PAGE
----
Monday, January 28, 2008

Common Sense Philosophy now Less Common, or Dancing Around Architecture

The building pictured to the right is the MIT Stata Center, which houses a couple of Computer Science and AI Laboratories, as well as the Linguistics and Philosophy departments. Designed by a Pritzker-Prize winner, the equivalent of a Nobel in the Architecture world, Frank Gehry is being sued for design and structural flaws. The building once described by Gehry as looking like a drunken robot party (I fail to understand why this would be a reasonable design concept, unless they were of course...girl robots), the flaws have caused such problems as mold appearing in the amphitheater due to a poor drainage system and some masonry cracking. The court papers also complain about sliding ice and snow. Sliding ice and snow, really, is this really a surprise to anyone? Look at the building, seriously, what did they expect in Cambridge? Gehry claims that it's a result of "value engineering," code for "the Luddite Philistines don't appreciate my genius," or more xenophobically, "cheap immigrant labor." The construction company responsible for the $300 million abortion claims innocence and no philosophy professors or other faculty who have offices there, including one, Noam Chomsky, have been injured yet. MIT administrators remain on the insurance hunt warpath, common sense warpath long stopped, sometime after the Scottish Enlightenment.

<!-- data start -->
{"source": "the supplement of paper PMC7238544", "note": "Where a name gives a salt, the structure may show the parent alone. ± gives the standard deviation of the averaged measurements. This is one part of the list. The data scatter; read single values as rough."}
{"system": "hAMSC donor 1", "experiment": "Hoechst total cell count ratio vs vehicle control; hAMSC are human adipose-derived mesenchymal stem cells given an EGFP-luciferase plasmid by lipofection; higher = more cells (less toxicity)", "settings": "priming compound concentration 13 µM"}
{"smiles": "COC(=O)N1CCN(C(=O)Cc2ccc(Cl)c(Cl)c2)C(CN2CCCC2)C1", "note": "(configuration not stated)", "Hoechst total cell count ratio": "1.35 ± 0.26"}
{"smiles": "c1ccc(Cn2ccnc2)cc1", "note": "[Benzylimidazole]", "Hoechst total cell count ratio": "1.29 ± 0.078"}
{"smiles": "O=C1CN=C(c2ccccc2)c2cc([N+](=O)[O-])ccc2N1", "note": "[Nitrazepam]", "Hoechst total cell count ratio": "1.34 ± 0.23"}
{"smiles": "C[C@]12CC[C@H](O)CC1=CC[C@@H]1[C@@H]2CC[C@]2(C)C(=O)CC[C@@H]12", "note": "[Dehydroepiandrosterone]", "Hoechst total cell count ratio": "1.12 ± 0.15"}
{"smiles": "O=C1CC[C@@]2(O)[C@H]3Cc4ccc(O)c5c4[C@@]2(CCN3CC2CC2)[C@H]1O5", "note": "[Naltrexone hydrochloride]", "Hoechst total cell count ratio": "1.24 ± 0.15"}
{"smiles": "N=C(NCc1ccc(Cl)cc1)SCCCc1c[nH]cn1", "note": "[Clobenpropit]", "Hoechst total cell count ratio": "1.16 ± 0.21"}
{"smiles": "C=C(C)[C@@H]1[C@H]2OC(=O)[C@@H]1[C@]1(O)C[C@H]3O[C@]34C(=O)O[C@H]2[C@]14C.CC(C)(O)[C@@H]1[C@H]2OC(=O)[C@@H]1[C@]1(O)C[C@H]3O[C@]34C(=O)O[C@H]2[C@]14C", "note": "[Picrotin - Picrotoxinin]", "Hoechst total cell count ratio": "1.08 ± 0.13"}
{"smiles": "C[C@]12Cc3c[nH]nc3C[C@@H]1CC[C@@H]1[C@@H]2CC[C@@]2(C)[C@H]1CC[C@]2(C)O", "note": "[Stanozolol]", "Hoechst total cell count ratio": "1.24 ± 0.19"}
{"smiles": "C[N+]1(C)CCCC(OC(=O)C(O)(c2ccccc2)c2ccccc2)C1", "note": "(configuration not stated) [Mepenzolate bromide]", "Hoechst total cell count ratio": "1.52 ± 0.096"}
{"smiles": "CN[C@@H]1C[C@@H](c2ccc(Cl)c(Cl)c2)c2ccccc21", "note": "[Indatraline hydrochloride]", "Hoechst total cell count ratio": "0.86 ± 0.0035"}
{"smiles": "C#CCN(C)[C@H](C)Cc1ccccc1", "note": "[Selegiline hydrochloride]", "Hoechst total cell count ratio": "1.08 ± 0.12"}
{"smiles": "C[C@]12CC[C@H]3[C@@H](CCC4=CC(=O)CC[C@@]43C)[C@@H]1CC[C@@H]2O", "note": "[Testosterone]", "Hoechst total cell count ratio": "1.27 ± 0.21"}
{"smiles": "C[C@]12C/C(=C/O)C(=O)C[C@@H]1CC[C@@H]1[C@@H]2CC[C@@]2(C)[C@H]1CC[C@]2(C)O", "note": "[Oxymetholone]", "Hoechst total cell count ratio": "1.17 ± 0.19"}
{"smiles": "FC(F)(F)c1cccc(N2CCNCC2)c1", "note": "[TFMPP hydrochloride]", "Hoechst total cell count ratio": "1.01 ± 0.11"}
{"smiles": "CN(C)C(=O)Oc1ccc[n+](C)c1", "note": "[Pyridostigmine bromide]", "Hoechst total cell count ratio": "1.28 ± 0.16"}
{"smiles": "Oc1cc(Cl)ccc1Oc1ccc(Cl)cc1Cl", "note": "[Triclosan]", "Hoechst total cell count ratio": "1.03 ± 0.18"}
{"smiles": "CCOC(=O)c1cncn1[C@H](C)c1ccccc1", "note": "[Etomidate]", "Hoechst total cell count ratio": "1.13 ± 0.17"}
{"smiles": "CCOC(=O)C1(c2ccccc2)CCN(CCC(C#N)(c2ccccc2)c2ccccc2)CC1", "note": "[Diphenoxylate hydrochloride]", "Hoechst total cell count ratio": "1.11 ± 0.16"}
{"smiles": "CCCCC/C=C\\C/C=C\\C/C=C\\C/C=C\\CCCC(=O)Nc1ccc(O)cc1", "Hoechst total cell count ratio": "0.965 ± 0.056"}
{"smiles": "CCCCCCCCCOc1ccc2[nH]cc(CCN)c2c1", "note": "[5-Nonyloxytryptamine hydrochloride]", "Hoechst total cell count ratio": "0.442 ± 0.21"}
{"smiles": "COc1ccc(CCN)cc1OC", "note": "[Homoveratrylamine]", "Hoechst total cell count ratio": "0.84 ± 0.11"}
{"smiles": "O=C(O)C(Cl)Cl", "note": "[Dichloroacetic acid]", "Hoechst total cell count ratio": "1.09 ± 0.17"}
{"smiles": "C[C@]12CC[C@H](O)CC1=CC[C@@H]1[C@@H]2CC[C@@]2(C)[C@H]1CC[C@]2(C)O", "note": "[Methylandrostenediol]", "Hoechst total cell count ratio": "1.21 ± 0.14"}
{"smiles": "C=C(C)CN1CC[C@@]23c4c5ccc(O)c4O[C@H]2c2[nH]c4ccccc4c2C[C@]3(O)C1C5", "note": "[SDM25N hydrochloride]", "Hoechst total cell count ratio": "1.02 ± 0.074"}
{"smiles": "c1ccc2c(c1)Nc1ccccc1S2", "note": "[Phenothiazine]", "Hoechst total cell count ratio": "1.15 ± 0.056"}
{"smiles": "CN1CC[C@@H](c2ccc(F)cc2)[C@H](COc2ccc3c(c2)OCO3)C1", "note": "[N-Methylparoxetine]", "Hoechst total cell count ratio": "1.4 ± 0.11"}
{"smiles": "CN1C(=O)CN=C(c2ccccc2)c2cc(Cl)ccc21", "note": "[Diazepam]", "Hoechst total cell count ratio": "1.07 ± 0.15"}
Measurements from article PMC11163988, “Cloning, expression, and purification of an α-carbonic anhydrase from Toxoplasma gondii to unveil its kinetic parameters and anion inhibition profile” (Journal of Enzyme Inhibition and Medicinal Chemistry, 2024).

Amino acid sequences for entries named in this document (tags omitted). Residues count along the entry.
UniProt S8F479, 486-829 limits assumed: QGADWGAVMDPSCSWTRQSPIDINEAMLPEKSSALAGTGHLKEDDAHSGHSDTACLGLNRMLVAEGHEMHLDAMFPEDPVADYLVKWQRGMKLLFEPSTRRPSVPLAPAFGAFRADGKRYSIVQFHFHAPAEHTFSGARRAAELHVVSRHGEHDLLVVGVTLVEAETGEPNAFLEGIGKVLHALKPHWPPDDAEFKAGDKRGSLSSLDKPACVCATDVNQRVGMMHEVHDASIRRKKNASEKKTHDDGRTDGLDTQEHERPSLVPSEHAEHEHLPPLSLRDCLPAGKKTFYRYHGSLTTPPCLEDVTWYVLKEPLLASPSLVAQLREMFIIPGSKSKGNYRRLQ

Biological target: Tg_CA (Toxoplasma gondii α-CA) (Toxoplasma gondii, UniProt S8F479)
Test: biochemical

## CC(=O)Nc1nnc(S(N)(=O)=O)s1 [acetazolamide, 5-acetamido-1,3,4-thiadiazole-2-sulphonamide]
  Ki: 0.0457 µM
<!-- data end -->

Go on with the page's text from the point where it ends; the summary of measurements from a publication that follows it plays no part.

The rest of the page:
The New York Times Tower designed by the 1998 winner of the Pritzker Prize, Renzo Piano, famous for his Georges Pompidou Center, is also suing the architecture firm responsible for this exposed ceramic roded cruciformed phallus. Apparently, ice forming around the rods heat slightly during the day, I know hard to believe, but this heating causes ice to fall from the sky at intense gravity accelerated, skull-damaging velocities. The structure of the building, with its glass facade has also led to two windows shattering and falling to the earth in the span of a week.  This so-called green-building with its reduced environmental footprint and energy-saving features (glass still remains sharp, however) is not without its merit, but they will have to do something about the death icicles.